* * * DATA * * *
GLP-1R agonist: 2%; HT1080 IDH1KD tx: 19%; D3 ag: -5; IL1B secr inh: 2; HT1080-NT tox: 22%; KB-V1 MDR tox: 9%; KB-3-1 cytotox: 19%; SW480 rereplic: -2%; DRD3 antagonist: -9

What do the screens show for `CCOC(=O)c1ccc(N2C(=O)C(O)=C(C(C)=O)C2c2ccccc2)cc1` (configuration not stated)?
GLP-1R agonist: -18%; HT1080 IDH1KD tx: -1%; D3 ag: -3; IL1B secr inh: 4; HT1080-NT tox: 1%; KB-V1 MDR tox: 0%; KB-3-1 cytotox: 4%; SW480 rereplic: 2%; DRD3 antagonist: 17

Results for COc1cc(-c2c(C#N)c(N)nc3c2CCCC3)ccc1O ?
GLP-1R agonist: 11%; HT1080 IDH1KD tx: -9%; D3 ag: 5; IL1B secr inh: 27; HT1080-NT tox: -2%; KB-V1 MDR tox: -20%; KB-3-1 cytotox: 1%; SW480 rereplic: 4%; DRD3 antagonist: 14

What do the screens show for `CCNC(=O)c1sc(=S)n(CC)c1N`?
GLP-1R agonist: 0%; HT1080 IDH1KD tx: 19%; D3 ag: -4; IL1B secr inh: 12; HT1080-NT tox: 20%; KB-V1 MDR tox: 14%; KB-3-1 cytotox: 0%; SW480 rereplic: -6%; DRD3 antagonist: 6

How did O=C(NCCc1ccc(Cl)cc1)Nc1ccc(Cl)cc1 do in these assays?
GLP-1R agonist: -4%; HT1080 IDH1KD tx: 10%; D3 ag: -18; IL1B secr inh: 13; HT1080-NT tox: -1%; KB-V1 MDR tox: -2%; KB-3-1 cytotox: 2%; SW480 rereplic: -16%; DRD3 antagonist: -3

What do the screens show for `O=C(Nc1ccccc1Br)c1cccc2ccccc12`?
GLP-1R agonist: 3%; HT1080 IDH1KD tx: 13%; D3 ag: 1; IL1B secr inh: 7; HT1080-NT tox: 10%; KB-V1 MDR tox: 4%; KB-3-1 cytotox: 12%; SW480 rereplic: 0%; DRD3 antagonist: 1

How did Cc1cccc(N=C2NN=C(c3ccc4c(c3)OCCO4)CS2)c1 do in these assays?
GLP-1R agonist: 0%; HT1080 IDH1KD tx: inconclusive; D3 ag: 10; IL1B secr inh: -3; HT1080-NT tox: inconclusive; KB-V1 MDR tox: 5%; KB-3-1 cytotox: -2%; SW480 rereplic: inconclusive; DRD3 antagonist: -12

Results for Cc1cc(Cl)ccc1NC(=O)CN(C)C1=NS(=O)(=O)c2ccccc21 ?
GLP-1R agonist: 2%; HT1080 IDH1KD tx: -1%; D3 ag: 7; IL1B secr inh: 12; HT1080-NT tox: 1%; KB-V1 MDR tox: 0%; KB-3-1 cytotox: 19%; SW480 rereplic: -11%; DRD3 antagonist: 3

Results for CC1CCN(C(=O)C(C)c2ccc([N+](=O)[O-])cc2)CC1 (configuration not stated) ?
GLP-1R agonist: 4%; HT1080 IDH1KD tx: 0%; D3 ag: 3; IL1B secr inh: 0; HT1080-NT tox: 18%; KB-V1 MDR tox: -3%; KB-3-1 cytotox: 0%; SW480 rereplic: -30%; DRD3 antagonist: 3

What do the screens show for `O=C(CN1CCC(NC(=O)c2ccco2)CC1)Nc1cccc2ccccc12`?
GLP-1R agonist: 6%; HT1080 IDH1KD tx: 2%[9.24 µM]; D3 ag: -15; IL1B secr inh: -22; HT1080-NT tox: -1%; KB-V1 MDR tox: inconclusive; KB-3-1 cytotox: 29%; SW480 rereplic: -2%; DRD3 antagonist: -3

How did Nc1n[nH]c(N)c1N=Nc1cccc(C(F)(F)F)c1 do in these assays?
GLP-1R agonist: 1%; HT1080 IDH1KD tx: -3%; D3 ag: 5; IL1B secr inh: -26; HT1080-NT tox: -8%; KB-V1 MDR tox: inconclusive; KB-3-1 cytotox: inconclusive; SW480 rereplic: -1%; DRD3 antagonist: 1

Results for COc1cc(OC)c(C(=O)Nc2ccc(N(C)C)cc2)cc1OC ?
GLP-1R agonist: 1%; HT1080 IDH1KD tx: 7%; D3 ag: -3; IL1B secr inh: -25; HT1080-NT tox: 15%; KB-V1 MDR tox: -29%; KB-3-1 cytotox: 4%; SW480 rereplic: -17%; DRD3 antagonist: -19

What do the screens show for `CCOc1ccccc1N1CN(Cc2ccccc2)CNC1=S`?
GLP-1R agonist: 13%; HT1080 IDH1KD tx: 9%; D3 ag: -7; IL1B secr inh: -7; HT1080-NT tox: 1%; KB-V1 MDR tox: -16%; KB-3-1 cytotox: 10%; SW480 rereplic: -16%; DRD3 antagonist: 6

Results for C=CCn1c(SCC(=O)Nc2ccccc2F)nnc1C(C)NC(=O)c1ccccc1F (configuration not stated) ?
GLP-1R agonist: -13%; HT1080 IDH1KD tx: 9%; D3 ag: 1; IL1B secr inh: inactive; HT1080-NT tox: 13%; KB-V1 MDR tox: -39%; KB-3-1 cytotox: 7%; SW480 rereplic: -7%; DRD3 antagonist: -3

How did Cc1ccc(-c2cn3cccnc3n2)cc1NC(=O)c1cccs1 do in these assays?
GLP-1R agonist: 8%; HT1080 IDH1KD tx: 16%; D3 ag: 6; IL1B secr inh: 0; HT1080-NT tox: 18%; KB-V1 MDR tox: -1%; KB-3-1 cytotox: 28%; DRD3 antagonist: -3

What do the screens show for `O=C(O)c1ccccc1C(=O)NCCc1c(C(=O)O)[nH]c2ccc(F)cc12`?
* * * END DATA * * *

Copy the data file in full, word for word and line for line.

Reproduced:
GLP-1R agonist: 2%; HT1080 IDH1KD tx: 19%; D3 ag: -5; IL1B secr inh: 2; HT1080-NT tox: 22%; KB-V1 MDR tox: 9%; KB-3-1 cytotox: 19%; SW480 rereplic: -2%; DRD3 antagonist: -9

What do the screens show for `CCOC(=O)c1ccc(N2C(=O)C(O)=C(C(C)=O)C2c2ccccc2)cc1` (configuration not stated)?
GLP-1R agonist: -18%; HT1080 IDH1KD tx: -1%; D3 ag: -3; IL1B secr inh: 4; HT1080-NT tox: 1%; KB-V1 MDR tox: 0%; KB-3-1 cytotox: 4%; SW480 rereplic: 2%; DRD3 antagonist: 17

Results for COc1cc(-c2c(C#N)c(N)nc3c2CCCC3)ccc1O ?
GLP-1R agonist: 11%; HT1080 IDH1KD tx: -9%; D3 ag: 5; IL1B secr inh: 27; HT1080-NT tox: -2%; KB-V1 MDR tox: -20%; KB-3-1 cytotox: 1%; SW480 rereplic: 4%; DRD3 antagonist: 14

What do the screens show for `CCNC(=O)c1sc(=S)n(CC)c1N`?
GLP-1R agonist: 0%; HT1080 IDH1KD tx: 19%; D3 ag: -4; IL1B secr inh: 12; HT1080-NT tox: 20%; KB-V1 MDR tox: 14%; KB-3-1 cytotox: 0%; SW480 rereplic: -6%; DRD3 antagonist: 6

How did O=C(NCCc1ccc(Cl)cc1)Nc1ccc(Cl)cc1 do in these assays?
GLP-1R agonist: -4%; HT1080 IDH1KD tx: 10%; D3 ag: -18; IL1B secr inh: 13; HT1080-NT tox: -1%; KB-V1 MDR tox: -2%; KB-3-1 cytotox: 2%; SW480 rereplic: -16%; DRD3 antagonist: -3

What do the screens show for `O=C(Nc1ccccc1Br)c1cccc2ccccc12`?
GLP-1R agonist: 3%; HT1080 IDH1KD tx: 13%; D3 ag: 1; IL1B secr inh: 7; HT1080-NT tox: 10%; KB-V1 MDR tox: 4%; KB-3-1 cytotox: 12%; SW480 rereplic: 0%; DRD3 antagonist: 1

How did Cc1cccc(N=C2NN=C(c3ccc4c(c3)OCCO4)CS2)c1 do in these assays?
GLP-1R agonist: 0%; HT1080 IDH1KD tx: inconclusive; D3 ag: 10; IL1B secr inh: -3; HT1080-NT tox: inconclusive; KB-V1 MDR tox: 5%; KB-3-1 cytotox: -2%; SW480 rereplic: inconclusive; DRD3 antagonist: -12

Results for Cc1cc(Cl)ccc1NC(=O)CN(C)C1=NS(=O)(=O)c2ccccc21 ?
GLP-1R agonist: 2%; HT1080 IDH1KD tx: -1%; D3 ag: 7; IL1B secr inh: 12; HT1080-NT tox: 1%; KB-V1 MDR tox: 0%; KB-3-1 cytotox: 19%; SW480 rereplic: -11%; DRD3 antagonist: 3

Results for CC1CCN(C(=O)C(C)c2ccc([N+](=O)[O-])cc2)CC1 (configuration not stated) ?
GLP-1R agonist: 4%; HT1080 IDH1KD tx: 0%; D3 ag: 3; IL1B secr inh: 0; HT1080-NT tox: 18%; KB-V1 MDR tox: -3%; KB-3-1 cytotox: 0%; SW480 rereplic: -30%; DRD3 antagonist: 3

What do the screens show for `O=C(CN1CCC(NC(=O)c2ccco2)CC1)Nc1cccc2ccccc12`?
GLP-1R agonist: 6%; HT1080 IDH1KD tx: 2%[9.24 µM]; D3 ag: -15; IL1B secr inh: -22; HT1080-NT tox: -1%; KB-V1 MDR tox: inconclusive; KB-3-1 cytotox: 29%; SW480 rereplic: -2%; DRD3 antagonist: -3

How did Nc1n[nH]c(N)c1N=Nc1cccc(C(F)(F)F)c1 do in these assays?
GLP-1R agonist: 1%; HT1080 IDH1KD tx: -3%; D3 ag: 5; IL1B secr inh: -26; HT1080-NT tox: -8%; KB-V1 MDR tox: inconclusive; KB-3-1 cytotox: inconclusive; SW480 rereplic: -1%; DRD3 antagonist: 1

Results for COc1cc(OC)c(C(=O)Nc2ccc(N(C)C)cc2)cc1OC ?
GLP-1R agonist: 1%; HT1080 IDH1KD tx: 7%; D3 ag: -3; IL1B secr inh: -25; HT1080-NT tox: 15%; KB-V1 MDR tox: -29%; KB-3-1 cytotox: 4%; SW480 rereplic: -17%; DRD3 antagonist: -19

What do the screens show for `CCOc1ccccc1N1CN(Cc2ccccc2)CNC1=S`?
GLP-1R agonist: 13%; HT1080 IDH1KD tx: 9%; D3 ag: -7; IL1B secr inh: -7; HT1080-NT tox: 1%; KB-V1 MDR tox: -16%; KB-3-1 cytotox: 10%; SW480 rereplic: -16%; DRD3 antagonist: 6

Results for C=CCn1c(SCC(=O)Nc2ccccc2F)nnc1C(C)NC(=O)c1ccccc1F (configuration not stated) ?
GLP-1R agonist: -13%; HT1080 IDH1KD tx: 9%; D3 ag: 1; IL1B secr inh: inactive; HT1080-NT tox: 13%; KB-V1 MDR tox: -39%; KB-3-1 cytotox: 7%; SW480 rereplic: -7%; DRD3 antagonist: -3

How did Cc1ccc(-c2cn3cccnc3n2)cc1NC(=O)c1cccs1 do in these assays?
GLP-1R agonist: 8%; HT1080 IDH1KD tx: 16%; D3 ag: 6; IL1B secr inh: 0; HT1080-NT tox: 18%; KB-V1 MDR tox: -1%; KB-3-1 cytotox: 28%; DRD3 antagonist: -3

What do the screens show for `O=C(O)c1ccccc1C(=O)NCCc1c(C(=O)O)[nH]c2ccc(F)cc12`?